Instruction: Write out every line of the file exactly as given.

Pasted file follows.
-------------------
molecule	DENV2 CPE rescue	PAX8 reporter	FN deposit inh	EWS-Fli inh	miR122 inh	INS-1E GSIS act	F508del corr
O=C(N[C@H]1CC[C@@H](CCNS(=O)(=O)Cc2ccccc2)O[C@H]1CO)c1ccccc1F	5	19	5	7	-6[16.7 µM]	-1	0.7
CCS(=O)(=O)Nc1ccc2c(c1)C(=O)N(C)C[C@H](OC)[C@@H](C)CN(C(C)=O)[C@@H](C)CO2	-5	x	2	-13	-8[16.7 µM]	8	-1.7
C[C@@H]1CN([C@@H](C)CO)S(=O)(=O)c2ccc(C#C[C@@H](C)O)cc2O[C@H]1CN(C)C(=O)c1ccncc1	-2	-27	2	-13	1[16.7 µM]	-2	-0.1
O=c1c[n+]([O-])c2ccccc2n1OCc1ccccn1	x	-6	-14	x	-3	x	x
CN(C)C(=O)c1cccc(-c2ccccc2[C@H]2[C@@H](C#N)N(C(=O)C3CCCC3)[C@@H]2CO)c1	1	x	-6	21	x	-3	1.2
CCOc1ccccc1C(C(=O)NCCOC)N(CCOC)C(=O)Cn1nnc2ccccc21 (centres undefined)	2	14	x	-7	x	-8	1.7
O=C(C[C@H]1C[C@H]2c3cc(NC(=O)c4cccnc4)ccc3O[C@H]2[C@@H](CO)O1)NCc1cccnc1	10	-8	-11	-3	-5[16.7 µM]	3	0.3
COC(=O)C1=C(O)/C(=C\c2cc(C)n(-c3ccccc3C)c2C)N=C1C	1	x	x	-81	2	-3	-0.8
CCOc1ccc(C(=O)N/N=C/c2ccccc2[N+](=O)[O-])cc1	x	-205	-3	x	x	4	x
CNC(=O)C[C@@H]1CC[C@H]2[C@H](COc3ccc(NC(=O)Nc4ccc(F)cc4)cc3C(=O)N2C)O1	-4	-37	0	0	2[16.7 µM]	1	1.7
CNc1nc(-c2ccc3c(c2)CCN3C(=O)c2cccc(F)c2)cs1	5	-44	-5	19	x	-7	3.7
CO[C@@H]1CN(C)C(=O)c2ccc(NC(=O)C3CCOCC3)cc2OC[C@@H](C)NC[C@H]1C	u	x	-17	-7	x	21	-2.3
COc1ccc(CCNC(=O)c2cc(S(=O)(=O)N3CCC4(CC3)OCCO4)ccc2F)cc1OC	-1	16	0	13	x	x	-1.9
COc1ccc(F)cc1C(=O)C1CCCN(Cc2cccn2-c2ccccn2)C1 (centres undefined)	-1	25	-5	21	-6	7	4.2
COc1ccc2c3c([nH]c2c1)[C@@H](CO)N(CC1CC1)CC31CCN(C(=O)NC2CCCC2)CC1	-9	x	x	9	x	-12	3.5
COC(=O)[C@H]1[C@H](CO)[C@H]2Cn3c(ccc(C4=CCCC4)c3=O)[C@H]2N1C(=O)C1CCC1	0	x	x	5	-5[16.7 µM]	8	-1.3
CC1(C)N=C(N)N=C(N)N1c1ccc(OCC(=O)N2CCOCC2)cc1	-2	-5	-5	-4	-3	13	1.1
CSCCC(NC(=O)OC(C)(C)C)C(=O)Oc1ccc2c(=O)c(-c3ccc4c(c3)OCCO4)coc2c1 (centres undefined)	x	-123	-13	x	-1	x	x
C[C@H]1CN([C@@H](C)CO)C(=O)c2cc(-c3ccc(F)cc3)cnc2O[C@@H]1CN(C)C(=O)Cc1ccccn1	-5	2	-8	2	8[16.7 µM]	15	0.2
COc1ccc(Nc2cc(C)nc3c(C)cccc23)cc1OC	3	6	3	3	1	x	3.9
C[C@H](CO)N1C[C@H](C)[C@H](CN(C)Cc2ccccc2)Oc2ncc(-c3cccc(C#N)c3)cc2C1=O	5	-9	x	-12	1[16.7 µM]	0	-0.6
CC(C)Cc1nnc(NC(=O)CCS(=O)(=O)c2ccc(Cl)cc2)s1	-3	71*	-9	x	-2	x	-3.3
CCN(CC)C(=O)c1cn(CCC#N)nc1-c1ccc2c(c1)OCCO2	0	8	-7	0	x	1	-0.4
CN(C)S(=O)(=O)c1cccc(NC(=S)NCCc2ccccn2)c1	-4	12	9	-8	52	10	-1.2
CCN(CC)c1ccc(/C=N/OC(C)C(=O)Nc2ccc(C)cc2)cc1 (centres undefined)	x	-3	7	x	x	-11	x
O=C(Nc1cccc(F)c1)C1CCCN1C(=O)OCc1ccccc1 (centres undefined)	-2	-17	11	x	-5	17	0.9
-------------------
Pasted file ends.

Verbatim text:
molecule	DENV2 CPE rescue	PAX8 reporter	FN deposit inh	EWS-Fli inh	miR122 inh	INS-1E GSIS act	F508del corr
O=C(N[C@H]1CC[C@@H](CCNS(=O)(=O)Cc2ccccc2)O[C@H]1CO)c1ccccc1F	5	19	5	7	-6[16.7 µM]	-1	0.7
CCS(=O)(=O)Nc1ccc2c(c1)C(=O)N(C)C[C@H](OC)[C@@H](C)CN(C(C)=O)[C@@H](C)CO2	-5	x	2	-13	-8[16.7 µM]	8	-1.7
C[C@@H]1CN([C@@H](C)CO)S(=O)(=O)c2ccc(C#C[C@@H](C)O)cc2O[C@H]1CN(C)C(=O)c1ccncc1	-2	-27	2	-13	1[16.7 µM]	-2	-0.1
O=c1c[n+]([O-])c2ccccc2n1OCc1ccccn1	x	-6	-14	x	-3	x	x
CN(C)C(=O)c1cccc(-c2ccccc2[C@H]2[C@@H](C#N)N(C(=O)C3CCCC3)[C@@H]2CO)c1	1	x	-6	21	x	-3	1.2
CCOc1ccccc1C(C(=O)NCCOC)N(CCOC)C(=O)Cn1nnc2ccccc21 (centres undefined)	2	14	x	-7	x	-8	1.7
O=C(C[C@H]1C[C@H]2c3cc(NC(=O)c4cccnc4)ccc3O[C@H]2[C@@H](CO)O1)NCc1cccnc1	10	-8	-11	-3	-5[16.7 µM]	3	0.3
COC(=O)C1=C(O)/C(=C\c2cc(C)n(-c3ccccc3C)c2C)N=C1C	1	x	x	-81	2	-3	-0.8
CCOc1ccc(C(=O)N/N=C/c2ccccc2[N+](=O)[O-])cc1	x	-205	-3	x	x	4	x
CNC(=O)C[C@@H]1CC[C@H]2[C@H](COc3ccc(NC(=O)Nc4ccc(F)cc4)cc3C(=O)N2C)O1	-4	-37	0	0	2[16.7 µM]	1	1.7
CNc1nc(-c2ccc3c(c2)CCN3C(=O)c2cccc(F)c2)cs1	5	-44	-5	19	x	-7	3.7
CO[C@@H]1CN(C)C(=O)c2ccc(NC(=O)C3CCOCC3)cc2OC[C@@H](C)NC[C@H]1C	u	x	-17	-7	x	21	-2.3
COc1ccc(CCNC(=O)c2cc(S(=O)(=O)N3CCC4(CC3)OCCO4)ccc2F)cc1OC	-1	16	0	13	x	x	-1.9
COc1ccc(F)cc1C(=O)C1CCCN(Cc2cccn2-c2ccccn2)C1 (centres undefined)	-1	25	-5	21	-6	7	4.2
COc1ccc2c3c([nH]c2c1)[C@@H](CO)N(CC1CC1)CC31CCN(C(=O)NC2CCCC2)CC1	-9	x	x	9	x	-12	3.5
COC(=O)[C@H]1[C@H](CO)[C@H]2Cn3c(ccc(C4=CCCC4)c3=O)[C@H]2N1C(=O)C1CCC1	0	x	x	5	-5[16.7 µM]	8	-1.3
CC1(C)N=C(N)N=C(N)N1c1ccc(OCC(=O)N2CCOCC2)cc1	-2	-5	-5	-4	-3	13	1.1
CSCCC(NC(=O)OC(C)(C)C)C(=O)Oc1ccc2c(=O)c(-c3ccc4c(c3)OCCO4)coc2c1 (centres undefined)	x	-123	-13	x	-1	x	x
C[C@H]1CN([C@@H](C)CO)C(=O)c2cc(-c3ccc(F)cc3)cnc2O[C@@H]1CN(C)C(=O)Cc1ccccn1	-5	2	-8	2	8[16.7 µM]	15	0.2
COc1ccc(Nc2cc(C)nc3c(C)cccc23)cc1OC	3	6	3	3	1	x	3.9
C[C@H](CO)N1C[C@H](C)[C@H](CN(C)Cc2ccccc2)Oc2ncc(-c3cccc(C#N)c3)cc2C1=O	5	-9	x	-12	1[16.7 µM]	0	-0.6
CC(C)Cc1nnc(NC(=O)CCS(=O)(=O)c2ccc(Cl)cc2)s1	-3	71*	-9	x	-2	x	-3.3
CCN(CC)C(=O)c1cn(CCC#N)nc1-c1ccc2c(c1)OCCO2	0	8	-7	0	x	1	-0.4
CN(C)S(=O)(=O)c1cccc(NC(=S)NCCc2ccccn2)c1	-4	12	9	-8	52	10	-1.2
CCN(CC)c1ccc(/C=N/OC(C)C(=O)Nc2ccc(C)cc2)cc1 (centres undefined)	x	-3	7	x	x	-11	x
O=C(Nc1cccc(F)c1)C1CCCN1C(=O)OCc1ccccc1 (centres undefined)	-2	-17	11	x	-5	17	0.9